BUSINESS

Data breaches jump in California and are expected to keep climbing

18.5 million people in California had their data stolen last year, more than a 600% jump from 2012

Data breaches soared last year in California as cybercriminals leaped over digital security gates to endanger the personal data of millions of consumers, California Atty. Gen. Kamala Harris said.

Harris, in a report released Tuesday, highlighted the effect that headline-producing data breaches had on the Golden State: two massive hacks last year at Target Corp. and daily deals website LivingSocial each hit roughly 7.5 million Californians.

In all, 18.5 million people in the state had their data stolen last year, a more than 600% jump from 2012. The number of breaches reported to Harris' office climbed 28% to 167, and is expected to rise again in 2014.

"Data breaches … threaten the privacy, the security and the economic well-being of consumers and businesses," Harris said at a news conference in Los Angeles.

California residents aren't any more prone to data hijacking than others, but an unusual state law requires businesses and state agencies to notify customers of any breach involving more than 500 accounts. That law resulted in the California Data Breach Report, which underscored the difficulties faced by companies who are constantly racing against wily thieves to secure sensitive information.

The parade of companies that has been targeted recently by hackers includes Home Depot, Michaels, Neiman Marcus and P.F. Chang's.

Security experts predict that the number of breaches, especially on a big scale, will keep growing.

"The data breaches are going to continue and will probably get worse with the short term," said Jim Penrose, former chief of the Operational Discovery Center at the National Security Agency.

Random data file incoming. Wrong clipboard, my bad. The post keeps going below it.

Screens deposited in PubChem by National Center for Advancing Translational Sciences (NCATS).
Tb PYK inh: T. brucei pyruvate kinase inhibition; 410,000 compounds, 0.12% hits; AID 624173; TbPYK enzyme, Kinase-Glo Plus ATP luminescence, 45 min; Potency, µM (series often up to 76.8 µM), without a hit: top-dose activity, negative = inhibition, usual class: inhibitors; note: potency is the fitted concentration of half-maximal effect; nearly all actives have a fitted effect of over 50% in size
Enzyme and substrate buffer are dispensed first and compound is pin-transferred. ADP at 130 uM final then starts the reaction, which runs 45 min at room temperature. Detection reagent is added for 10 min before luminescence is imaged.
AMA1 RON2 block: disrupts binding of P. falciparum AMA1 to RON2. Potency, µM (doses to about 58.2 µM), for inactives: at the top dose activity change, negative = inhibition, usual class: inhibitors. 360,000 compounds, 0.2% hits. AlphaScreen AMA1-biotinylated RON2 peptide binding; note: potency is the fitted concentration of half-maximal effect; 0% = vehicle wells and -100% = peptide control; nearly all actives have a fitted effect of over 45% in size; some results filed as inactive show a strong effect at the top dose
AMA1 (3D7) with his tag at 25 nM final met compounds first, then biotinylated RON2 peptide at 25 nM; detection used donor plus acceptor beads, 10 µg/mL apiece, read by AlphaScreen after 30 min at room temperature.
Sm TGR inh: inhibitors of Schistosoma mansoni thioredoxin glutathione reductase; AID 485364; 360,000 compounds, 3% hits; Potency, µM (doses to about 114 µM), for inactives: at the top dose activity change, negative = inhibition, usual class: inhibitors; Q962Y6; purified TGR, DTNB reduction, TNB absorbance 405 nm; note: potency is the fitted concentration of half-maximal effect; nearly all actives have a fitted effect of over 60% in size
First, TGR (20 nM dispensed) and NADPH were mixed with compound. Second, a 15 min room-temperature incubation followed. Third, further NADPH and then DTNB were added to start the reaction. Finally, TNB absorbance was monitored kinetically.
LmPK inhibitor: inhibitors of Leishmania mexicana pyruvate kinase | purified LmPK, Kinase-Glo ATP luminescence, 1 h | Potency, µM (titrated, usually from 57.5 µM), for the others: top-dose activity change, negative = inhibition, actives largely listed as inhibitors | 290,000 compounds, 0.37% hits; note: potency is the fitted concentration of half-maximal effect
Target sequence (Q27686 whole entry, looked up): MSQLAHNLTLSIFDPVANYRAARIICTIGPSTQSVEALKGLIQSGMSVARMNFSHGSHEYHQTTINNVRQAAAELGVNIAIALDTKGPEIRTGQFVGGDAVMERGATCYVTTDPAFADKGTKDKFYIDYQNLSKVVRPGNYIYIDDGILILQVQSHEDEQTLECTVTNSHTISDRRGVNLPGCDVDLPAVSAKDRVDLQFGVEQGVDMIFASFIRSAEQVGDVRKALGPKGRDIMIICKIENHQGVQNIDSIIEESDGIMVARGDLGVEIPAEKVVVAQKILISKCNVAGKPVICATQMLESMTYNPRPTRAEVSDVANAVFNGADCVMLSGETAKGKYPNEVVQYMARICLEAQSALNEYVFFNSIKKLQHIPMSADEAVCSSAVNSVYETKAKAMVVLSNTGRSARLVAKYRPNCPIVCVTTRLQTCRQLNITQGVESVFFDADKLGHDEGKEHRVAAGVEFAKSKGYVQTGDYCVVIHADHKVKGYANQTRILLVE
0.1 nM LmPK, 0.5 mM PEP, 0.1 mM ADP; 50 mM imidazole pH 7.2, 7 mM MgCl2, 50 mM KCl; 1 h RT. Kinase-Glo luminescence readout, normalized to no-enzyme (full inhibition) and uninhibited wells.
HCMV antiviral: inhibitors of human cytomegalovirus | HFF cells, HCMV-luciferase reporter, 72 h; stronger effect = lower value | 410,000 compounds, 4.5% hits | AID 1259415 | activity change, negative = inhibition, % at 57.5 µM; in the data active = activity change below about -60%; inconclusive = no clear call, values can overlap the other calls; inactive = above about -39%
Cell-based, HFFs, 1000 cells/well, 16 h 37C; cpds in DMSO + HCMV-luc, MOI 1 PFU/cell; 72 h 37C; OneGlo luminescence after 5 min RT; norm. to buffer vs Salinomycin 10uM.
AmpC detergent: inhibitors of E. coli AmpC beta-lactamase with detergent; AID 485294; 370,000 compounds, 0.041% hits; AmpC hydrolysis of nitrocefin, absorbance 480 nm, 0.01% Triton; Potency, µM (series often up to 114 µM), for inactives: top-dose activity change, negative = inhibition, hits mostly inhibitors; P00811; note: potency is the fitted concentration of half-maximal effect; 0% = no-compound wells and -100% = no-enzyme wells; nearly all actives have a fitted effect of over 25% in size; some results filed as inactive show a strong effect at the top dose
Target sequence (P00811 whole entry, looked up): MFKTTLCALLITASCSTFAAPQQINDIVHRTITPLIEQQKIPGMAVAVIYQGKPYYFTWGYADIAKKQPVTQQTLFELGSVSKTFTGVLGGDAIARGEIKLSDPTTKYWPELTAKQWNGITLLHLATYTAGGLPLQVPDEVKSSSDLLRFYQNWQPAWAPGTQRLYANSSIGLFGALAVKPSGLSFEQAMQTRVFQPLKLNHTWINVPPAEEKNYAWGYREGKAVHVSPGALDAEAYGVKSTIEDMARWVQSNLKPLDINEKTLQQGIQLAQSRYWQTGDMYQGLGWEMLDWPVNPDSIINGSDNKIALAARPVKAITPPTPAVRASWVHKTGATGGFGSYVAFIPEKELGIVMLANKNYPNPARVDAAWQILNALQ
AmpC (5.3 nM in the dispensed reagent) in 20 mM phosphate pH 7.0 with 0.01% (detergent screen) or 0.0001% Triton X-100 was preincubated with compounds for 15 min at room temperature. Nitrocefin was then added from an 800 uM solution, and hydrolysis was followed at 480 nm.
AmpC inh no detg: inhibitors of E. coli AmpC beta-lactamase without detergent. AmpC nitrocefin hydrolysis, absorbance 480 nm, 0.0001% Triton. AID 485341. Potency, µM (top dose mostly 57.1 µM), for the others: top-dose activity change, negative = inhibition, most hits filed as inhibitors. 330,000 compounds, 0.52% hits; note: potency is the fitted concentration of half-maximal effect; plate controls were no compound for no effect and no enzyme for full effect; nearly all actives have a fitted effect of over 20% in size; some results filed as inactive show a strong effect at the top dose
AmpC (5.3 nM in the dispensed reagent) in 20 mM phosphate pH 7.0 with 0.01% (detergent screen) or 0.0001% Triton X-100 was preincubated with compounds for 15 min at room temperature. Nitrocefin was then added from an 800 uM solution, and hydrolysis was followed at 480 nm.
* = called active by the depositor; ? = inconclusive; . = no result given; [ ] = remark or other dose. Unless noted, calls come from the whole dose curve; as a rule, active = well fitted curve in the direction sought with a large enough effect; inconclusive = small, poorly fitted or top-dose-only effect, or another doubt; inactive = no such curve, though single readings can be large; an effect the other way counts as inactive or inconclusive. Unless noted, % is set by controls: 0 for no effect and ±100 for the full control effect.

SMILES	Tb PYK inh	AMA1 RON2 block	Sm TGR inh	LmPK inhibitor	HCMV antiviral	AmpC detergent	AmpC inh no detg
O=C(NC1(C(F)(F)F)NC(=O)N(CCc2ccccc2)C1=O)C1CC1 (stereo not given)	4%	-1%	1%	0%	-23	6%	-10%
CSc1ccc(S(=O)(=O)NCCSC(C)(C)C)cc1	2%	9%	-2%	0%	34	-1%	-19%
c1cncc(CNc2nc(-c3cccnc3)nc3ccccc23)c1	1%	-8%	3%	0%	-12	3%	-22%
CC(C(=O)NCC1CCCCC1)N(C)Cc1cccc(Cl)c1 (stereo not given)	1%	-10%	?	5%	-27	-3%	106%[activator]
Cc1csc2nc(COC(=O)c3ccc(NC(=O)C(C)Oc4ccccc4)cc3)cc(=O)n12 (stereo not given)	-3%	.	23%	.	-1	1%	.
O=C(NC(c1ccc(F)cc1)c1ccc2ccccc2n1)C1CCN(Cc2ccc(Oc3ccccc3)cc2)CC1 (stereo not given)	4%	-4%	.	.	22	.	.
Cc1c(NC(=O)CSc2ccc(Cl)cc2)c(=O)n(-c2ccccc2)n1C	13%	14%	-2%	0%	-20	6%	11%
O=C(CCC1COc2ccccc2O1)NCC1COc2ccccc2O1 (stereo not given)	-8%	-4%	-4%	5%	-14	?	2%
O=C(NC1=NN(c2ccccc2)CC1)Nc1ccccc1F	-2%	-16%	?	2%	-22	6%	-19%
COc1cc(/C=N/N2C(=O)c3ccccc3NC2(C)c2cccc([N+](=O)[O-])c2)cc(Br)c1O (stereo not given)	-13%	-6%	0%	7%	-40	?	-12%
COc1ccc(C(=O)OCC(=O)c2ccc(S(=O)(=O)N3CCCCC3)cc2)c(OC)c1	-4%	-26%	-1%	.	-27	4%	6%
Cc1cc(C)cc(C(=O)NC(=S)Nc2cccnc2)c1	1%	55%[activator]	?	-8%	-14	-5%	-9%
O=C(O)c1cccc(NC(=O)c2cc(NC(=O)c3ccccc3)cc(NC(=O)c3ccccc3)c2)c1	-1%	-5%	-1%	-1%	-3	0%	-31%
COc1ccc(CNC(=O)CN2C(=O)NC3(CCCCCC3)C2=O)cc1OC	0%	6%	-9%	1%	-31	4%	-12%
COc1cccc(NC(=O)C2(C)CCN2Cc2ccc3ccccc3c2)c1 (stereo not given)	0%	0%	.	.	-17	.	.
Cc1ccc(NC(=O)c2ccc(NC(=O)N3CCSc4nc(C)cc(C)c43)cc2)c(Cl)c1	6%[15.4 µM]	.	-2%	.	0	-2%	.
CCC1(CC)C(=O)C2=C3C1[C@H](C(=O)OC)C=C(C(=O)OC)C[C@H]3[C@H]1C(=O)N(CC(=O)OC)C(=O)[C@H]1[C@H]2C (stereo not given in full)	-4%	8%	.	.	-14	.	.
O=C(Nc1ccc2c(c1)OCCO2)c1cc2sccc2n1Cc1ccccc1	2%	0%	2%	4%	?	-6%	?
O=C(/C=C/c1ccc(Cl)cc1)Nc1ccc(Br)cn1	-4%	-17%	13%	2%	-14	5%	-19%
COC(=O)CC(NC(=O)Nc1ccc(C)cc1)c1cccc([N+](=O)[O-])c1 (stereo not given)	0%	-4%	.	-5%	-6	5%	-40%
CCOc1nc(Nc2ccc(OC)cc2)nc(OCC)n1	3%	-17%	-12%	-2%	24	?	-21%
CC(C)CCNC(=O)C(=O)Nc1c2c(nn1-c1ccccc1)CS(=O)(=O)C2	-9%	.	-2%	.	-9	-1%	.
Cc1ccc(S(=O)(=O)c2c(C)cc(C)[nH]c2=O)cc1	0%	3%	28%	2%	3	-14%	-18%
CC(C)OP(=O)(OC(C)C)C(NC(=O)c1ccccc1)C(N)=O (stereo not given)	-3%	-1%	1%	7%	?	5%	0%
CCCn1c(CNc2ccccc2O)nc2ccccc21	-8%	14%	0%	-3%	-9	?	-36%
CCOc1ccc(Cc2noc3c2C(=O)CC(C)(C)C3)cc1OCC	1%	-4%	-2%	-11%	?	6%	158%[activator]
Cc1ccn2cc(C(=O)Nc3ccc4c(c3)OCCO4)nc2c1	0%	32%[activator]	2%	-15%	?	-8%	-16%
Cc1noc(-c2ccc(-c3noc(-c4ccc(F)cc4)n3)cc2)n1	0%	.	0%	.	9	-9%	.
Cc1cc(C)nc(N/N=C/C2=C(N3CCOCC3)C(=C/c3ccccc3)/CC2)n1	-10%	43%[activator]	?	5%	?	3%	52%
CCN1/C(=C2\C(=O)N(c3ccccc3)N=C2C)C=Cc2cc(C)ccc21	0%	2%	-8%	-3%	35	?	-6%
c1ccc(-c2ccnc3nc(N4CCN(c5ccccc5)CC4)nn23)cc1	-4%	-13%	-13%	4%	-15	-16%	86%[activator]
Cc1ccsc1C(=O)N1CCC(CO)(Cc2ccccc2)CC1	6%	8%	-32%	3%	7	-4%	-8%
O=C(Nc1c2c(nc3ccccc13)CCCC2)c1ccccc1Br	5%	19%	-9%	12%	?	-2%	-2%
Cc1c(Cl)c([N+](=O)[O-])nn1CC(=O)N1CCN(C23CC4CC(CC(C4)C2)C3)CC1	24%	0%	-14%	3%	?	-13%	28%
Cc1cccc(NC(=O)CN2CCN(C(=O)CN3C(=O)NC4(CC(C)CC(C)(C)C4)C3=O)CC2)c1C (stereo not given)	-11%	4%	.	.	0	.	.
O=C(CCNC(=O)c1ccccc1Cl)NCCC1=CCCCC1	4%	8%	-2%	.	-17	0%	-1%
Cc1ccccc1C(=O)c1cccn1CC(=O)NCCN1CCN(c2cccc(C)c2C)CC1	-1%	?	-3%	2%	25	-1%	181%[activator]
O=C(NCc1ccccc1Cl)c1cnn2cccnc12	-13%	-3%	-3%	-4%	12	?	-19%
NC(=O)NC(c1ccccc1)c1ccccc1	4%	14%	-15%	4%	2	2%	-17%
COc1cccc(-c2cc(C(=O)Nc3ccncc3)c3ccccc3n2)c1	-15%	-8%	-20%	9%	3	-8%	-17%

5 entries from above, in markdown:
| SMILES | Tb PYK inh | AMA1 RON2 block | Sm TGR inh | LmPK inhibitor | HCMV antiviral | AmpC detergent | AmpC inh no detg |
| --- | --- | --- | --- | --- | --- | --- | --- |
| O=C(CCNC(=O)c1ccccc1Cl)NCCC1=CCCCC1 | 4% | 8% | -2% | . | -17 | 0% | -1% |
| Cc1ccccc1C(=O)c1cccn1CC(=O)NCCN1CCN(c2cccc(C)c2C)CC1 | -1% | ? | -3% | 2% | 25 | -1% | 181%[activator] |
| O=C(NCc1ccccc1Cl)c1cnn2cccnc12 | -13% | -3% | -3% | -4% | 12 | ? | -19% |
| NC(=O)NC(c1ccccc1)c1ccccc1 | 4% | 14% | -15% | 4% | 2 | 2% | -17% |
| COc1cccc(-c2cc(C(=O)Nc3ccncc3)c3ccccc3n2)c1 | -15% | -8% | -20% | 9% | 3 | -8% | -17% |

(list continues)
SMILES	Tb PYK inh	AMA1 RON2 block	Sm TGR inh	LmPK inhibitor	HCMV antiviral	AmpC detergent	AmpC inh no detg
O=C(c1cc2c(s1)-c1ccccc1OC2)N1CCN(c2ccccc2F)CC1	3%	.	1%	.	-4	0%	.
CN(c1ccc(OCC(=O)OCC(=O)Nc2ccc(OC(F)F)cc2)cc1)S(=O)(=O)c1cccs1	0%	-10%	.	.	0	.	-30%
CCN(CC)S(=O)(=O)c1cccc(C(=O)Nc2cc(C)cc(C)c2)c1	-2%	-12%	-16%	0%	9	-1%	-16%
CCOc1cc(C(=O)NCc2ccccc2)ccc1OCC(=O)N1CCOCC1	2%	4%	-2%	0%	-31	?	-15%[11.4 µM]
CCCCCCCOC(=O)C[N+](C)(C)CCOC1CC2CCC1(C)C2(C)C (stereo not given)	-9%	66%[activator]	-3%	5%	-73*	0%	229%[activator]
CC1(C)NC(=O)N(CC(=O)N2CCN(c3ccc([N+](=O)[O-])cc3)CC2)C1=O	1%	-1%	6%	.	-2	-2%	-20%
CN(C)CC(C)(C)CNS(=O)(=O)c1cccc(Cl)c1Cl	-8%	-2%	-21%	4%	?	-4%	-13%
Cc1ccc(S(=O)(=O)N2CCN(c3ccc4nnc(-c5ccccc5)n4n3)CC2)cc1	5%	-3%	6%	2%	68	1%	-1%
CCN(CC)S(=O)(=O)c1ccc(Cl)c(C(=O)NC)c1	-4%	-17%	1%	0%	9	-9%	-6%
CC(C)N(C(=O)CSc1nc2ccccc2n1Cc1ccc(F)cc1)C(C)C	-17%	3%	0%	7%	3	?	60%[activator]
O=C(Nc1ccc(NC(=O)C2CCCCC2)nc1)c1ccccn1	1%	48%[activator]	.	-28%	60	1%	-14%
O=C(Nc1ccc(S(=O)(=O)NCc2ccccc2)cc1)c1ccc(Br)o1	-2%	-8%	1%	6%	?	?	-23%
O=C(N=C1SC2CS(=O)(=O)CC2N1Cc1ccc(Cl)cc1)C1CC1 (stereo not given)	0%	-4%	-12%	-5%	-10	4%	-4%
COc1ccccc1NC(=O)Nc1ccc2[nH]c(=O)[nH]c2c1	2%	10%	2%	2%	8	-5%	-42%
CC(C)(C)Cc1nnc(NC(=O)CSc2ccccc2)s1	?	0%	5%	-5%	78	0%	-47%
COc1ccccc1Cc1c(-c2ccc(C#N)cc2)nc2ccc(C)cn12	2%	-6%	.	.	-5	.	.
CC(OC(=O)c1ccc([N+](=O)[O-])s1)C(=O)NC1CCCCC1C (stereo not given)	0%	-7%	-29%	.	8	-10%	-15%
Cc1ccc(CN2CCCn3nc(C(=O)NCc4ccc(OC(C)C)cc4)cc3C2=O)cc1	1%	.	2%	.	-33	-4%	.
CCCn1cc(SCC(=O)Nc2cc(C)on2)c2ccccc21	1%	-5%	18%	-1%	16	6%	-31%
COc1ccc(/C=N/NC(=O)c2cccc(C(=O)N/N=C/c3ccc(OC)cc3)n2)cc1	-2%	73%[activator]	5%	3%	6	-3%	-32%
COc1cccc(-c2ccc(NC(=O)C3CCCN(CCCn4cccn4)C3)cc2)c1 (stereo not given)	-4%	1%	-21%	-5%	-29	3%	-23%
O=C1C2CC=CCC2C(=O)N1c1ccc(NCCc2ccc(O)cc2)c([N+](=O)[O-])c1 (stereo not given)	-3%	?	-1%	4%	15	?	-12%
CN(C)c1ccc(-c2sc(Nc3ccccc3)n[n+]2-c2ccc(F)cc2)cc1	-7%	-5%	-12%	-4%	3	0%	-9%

Penrose, now executive vice president at the cybersecurity start-up Darktrace, said hackers have to steal a large amount of payment card data to make their efforts worthwhile. Often, only about 3% to 7% of cards can be used before the breach is discovered and the cards are canceled, he said.

Another vulnerable sector is the healthcare industry. Stealing medical records can be more "insidious" than stealing other data because they can be used for identity theft and fraud over a longer stretch of time, Penrose said.

The attorney general laid out steps in the report that companies and consumers can take to reduce their vulnerability.

Harris said businesses need to adopt stronger encryption technologies that safeguard sensitive consumer data. And retailers must make their breach notifications to consumers more visible and should upgrade their systems to handle payment cards equipped with microchips, which make cards more difficult to counterfeit, Harris said.

Although some retailers such as Target and Home Depot have said they plan to adopt the EMV system — named for its developers Europay, MasterCard and Visa — the U.S. has fallen behind Europe and other parts of the world in embracing this chip technology.

Major credit card processors have set a deadline of October 2015 for U.S. retailers to upgrade their payment systems or risk liability over fraudulent activity. However, the enormous costs associated with making the switch have some experts forecasting that fewer than half of merchants will make the deadline.

For years, U.S. companies followed the standards set by the Payment Card Industry Security Standards Council, which was created by credit card companies in 2006 to tighten protections against data thieves.

But security experts said complying with PCI standards will not protect companies against hackers.

"Merchants are confusing compliance with security," said Matt Little, vice president of product development at data security firm PKWare. "If a good security team is trying to build a 100-foot fence, compliance for us is a 3-foot fence."

Harris also emphasized actions that lawmakers and consumers can take to curtail an explosion in data theft.

The attorney general urged legislators to provide grants to small and medium-size businesses so they can better safeguard customer data. The report also asked California lawmakers to improve the way consumers are notified once a breach occurs.

Harris asked Californians to carefully monitor their accounts for suspicious activity following a breach and promptly change any passwords and user names involved.

Norma Garcia, manager of the financial services program at Consumers Union, said hacking victims should keep an eye on their accounts long after the theft occurs.

"The fraudsters aren't going to hit necessarily right after the breach," she said at the Tuesday news conference. "They are going to wait. When you are no longer looking — that is when they are going to hit."

shan.li@latimes.com

andrew.khouri@latimes.com

Twitter: @ByShanLi, @khouriandrew

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